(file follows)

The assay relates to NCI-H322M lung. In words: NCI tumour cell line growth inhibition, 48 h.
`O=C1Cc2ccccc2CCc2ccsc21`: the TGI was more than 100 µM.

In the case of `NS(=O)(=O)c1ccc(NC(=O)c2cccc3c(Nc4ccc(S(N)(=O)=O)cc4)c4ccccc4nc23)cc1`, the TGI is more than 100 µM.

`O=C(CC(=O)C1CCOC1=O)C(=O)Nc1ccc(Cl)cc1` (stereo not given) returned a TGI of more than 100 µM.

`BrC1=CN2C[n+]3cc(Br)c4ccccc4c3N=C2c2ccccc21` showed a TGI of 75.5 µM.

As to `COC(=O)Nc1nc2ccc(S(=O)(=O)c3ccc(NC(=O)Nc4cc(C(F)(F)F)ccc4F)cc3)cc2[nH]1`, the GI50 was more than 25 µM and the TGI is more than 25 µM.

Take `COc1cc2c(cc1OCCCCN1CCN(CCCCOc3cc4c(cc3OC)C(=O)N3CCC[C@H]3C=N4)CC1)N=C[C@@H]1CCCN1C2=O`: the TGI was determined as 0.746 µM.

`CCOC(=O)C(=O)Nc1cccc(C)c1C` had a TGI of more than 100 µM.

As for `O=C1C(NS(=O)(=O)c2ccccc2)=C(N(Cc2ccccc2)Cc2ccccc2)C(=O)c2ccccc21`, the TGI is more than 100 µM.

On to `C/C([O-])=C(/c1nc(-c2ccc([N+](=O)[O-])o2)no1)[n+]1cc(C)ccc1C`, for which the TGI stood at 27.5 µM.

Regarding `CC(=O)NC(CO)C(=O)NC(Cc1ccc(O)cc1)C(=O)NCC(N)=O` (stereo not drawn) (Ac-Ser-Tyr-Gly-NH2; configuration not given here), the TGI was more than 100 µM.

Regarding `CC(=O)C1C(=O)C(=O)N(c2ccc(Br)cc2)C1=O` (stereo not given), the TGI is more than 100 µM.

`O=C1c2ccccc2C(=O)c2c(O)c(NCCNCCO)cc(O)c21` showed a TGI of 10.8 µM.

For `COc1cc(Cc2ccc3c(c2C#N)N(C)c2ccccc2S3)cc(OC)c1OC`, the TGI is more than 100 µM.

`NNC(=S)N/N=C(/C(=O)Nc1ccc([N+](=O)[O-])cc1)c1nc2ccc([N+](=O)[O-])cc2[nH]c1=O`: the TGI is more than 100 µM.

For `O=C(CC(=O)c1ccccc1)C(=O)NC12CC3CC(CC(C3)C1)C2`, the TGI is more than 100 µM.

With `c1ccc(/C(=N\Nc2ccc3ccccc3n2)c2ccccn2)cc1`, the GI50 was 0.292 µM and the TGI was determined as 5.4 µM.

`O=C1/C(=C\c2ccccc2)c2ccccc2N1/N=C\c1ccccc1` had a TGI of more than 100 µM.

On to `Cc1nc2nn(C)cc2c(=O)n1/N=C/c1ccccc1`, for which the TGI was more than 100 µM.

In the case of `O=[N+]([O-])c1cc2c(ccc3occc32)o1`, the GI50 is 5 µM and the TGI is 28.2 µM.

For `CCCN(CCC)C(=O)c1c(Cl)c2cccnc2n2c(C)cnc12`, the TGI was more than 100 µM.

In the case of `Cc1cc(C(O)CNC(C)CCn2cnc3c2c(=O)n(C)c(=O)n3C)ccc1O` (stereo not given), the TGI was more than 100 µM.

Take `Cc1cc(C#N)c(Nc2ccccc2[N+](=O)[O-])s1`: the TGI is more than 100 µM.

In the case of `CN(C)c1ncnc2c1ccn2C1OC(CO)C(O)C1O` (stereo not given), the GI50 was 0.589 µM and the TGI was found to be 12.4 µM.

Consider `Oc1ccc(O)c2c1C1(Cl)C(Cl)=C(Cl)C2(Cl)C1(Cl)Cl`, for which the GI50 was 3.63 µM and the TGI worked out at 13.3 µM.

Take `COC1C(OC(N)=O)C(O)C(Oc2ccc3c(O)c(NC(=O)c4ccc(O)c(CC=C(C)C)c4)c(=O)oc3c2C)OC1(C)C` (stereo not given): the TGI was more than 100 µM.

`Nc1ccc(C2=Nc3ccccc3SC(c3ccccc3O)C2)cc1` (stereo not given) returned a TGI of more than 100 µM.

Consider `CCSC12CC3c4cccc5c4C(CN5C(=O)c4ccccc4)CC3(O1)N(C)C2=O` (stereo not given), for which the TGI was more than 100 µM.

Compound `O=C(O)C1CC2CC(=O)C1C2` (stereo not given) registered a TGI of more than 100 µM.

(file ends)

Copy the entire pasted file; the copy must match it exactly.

The assay relates to NCI-H322M lung. In words: NCI tumour cell line growth inhibition, 48 h.
`O=C1Cc2ccccc2CCc2ccsc21`: the TGI was more than 100 µM.

In the case of `NS(=O)(=O)c1ccc(NC(=O)c2cccc3c(Nc4ccc(S(N)(=O)=O)cc4)c4ccccc4nc23)cc1`, the TGI is more than 100 µM.

`O=C(CC(=O)C1CCOC1=O)C(=O)Nc1ccc(Cl)cc1` (stereo not given) returned a TGI of more than 100 µM.

`BrC1=CN2C[n+]3cc(Br)c4ccccc4c3N=C2c2ccccc21` showed a TGI of 75.5 µM.

As to `COC(=O)Nc1nc2ccc(S(=O)(=O)c3ccc(NC(=O)Nc4cc(C(F)(F)F)ccc4F)cc3)cc2[nH]1`, the GI50 was more than 25 µM and the TGI is more than 25 µM.

Take `COc1cc2c(cc1OCCCCN1CCN(CCCCOc3cc4c(cc3OC)C(=O)N3CCC[C@H]3C=N4)CC1)N=C[C@@H]1CCCN1C2=O`: the TGI was determined as 0.746 µM.

`CCOC(=O)C(=O)Nc1cccc(C)c1C` had a TGI of more than 100 µM.

As for `O=C1C(NS(=O)(=O)c2ccccc2)=C(N(Cc2ccccc2)Cc2ccccc2)C(=O)c2ccccc21`, the TGI is more than 100 µM.

On to `C/C([O-])=C(/c1nc(-c2ccc([N+](=O)[O-])o2)no1)[n+]1cc(C)ccc1C`, for which the TGI stood at 27.5 µM.

Regarding `CC(=O)NC(CO)C(=O)NC(Cc1ccc(O)cc1)C(=O)NCC(N)=O` (stereo not drawn) (Ac-Ser-Tyr-Gly-NH2; configuration not given here), the TGI was more than 100 µM.

Regarding `CC(=O)C1C(=O)C(=O)N(c2ccc(Br)cc2)C1=O` (stereo not given), the TGI is more than 100 µM.

`O=C1c2ccccc2C(=O)c2c(O)c(NCCNCCO)cc(O)c21` showed a TGI of 10.8 µM.

For `COc1cc(Cc2ccc3c(c2C#N)N(C)c2ccccc2S3)cc(OC)c1OC`, the TGI is more than 100 µM.

`NNC(=S)N/N=C(/C(=O)Nc1ccc([N+](=O)[O-])cc1)c1nc2ccc([N+](=O)[O-])cc2[nH]c1=O`: the TGI is more than 100 µM.

For `O=C(CC(=O)c1ccccc1)C(=O)NC12CC3CC(CC(C3)C1)C2`, the TGI is more than 100 µM.

With `c1ccc(/C(=N\Nc2ccc3ccccc3n2)c2ccccn2)cc1`, the GI50 was 0.292 µM and the TGI was determined as 5.4 µM.

`O=C1/C(=C\c2ccccc2)c2ccccc2N1/N=C\c1ccccc1` had a TGI of more than 100 µM.

On to `Cc1nc2nn(C)cc2c(=O)n1/N=C/c1ccccc1`, for which the TGI was more than 100 µM.

In the case of `O=[N+]([O-])c1cc2c(ccc3occc32)o1`, the GI50 is 5 µM and the TGI is 28.2 µM.

For `CCCN(CCC)C(=O)c1c(Cl)c2cccnc2n2c(C)cnc12`, the TGI was more than 100 µM.

In the case of `Cc1cc(C(O)CNC(C)CCn2cnc3c2c(=O)n(C)c(=O)n3C)ccc1O` (stereo not given), the TGI was more than 100 µM.

Take `Cc1cc(C#N)c(Nc2ccccc2[N+](=O)[O-])s1`: the TGI is more than 100 µM.

In the case of `CN(C)c1ncnc2c1ccn2C1OC(CO)C(O)C1O` (stereo not given), the GI50 was 0.589 µM and the TGI was found to be 12.4 µM.

Consider `Oc1ccc(O)c2c1C1(Cl)C(Cl)=C(Cl)C2(Cl)C1(Cl)Cl`, for which the GI50 was 3.63 µM and the TGI worked out at 13.3 µM.

Take `COC1C(OC(N)=O)C(O)C(Oc2ccc3c(O)c(NC(=O)c4ccc(O)c(CC=C(C)C)c4)c(=O)oc3c2C)OC1(C)C` (stereo not given): the TGI was more than 100 µM.

`Nc1ccc(C2=Nc3ccccc3SC(c3ccccc3O)C2)cc1` (stereo not given) returned a TGI of more than 100 µM.

Consider `CCSC12CC3c4cccc5c4C(CN5C(=O)c4ccccc4)CC3(O1)N(C)C2=O` (stereo not given), for which the TGI was more than 100 µM.

Compound `O=C(O)C1CC2CC(=O)C1C2` (stereo not given) registered a TGI of more than 100 µM.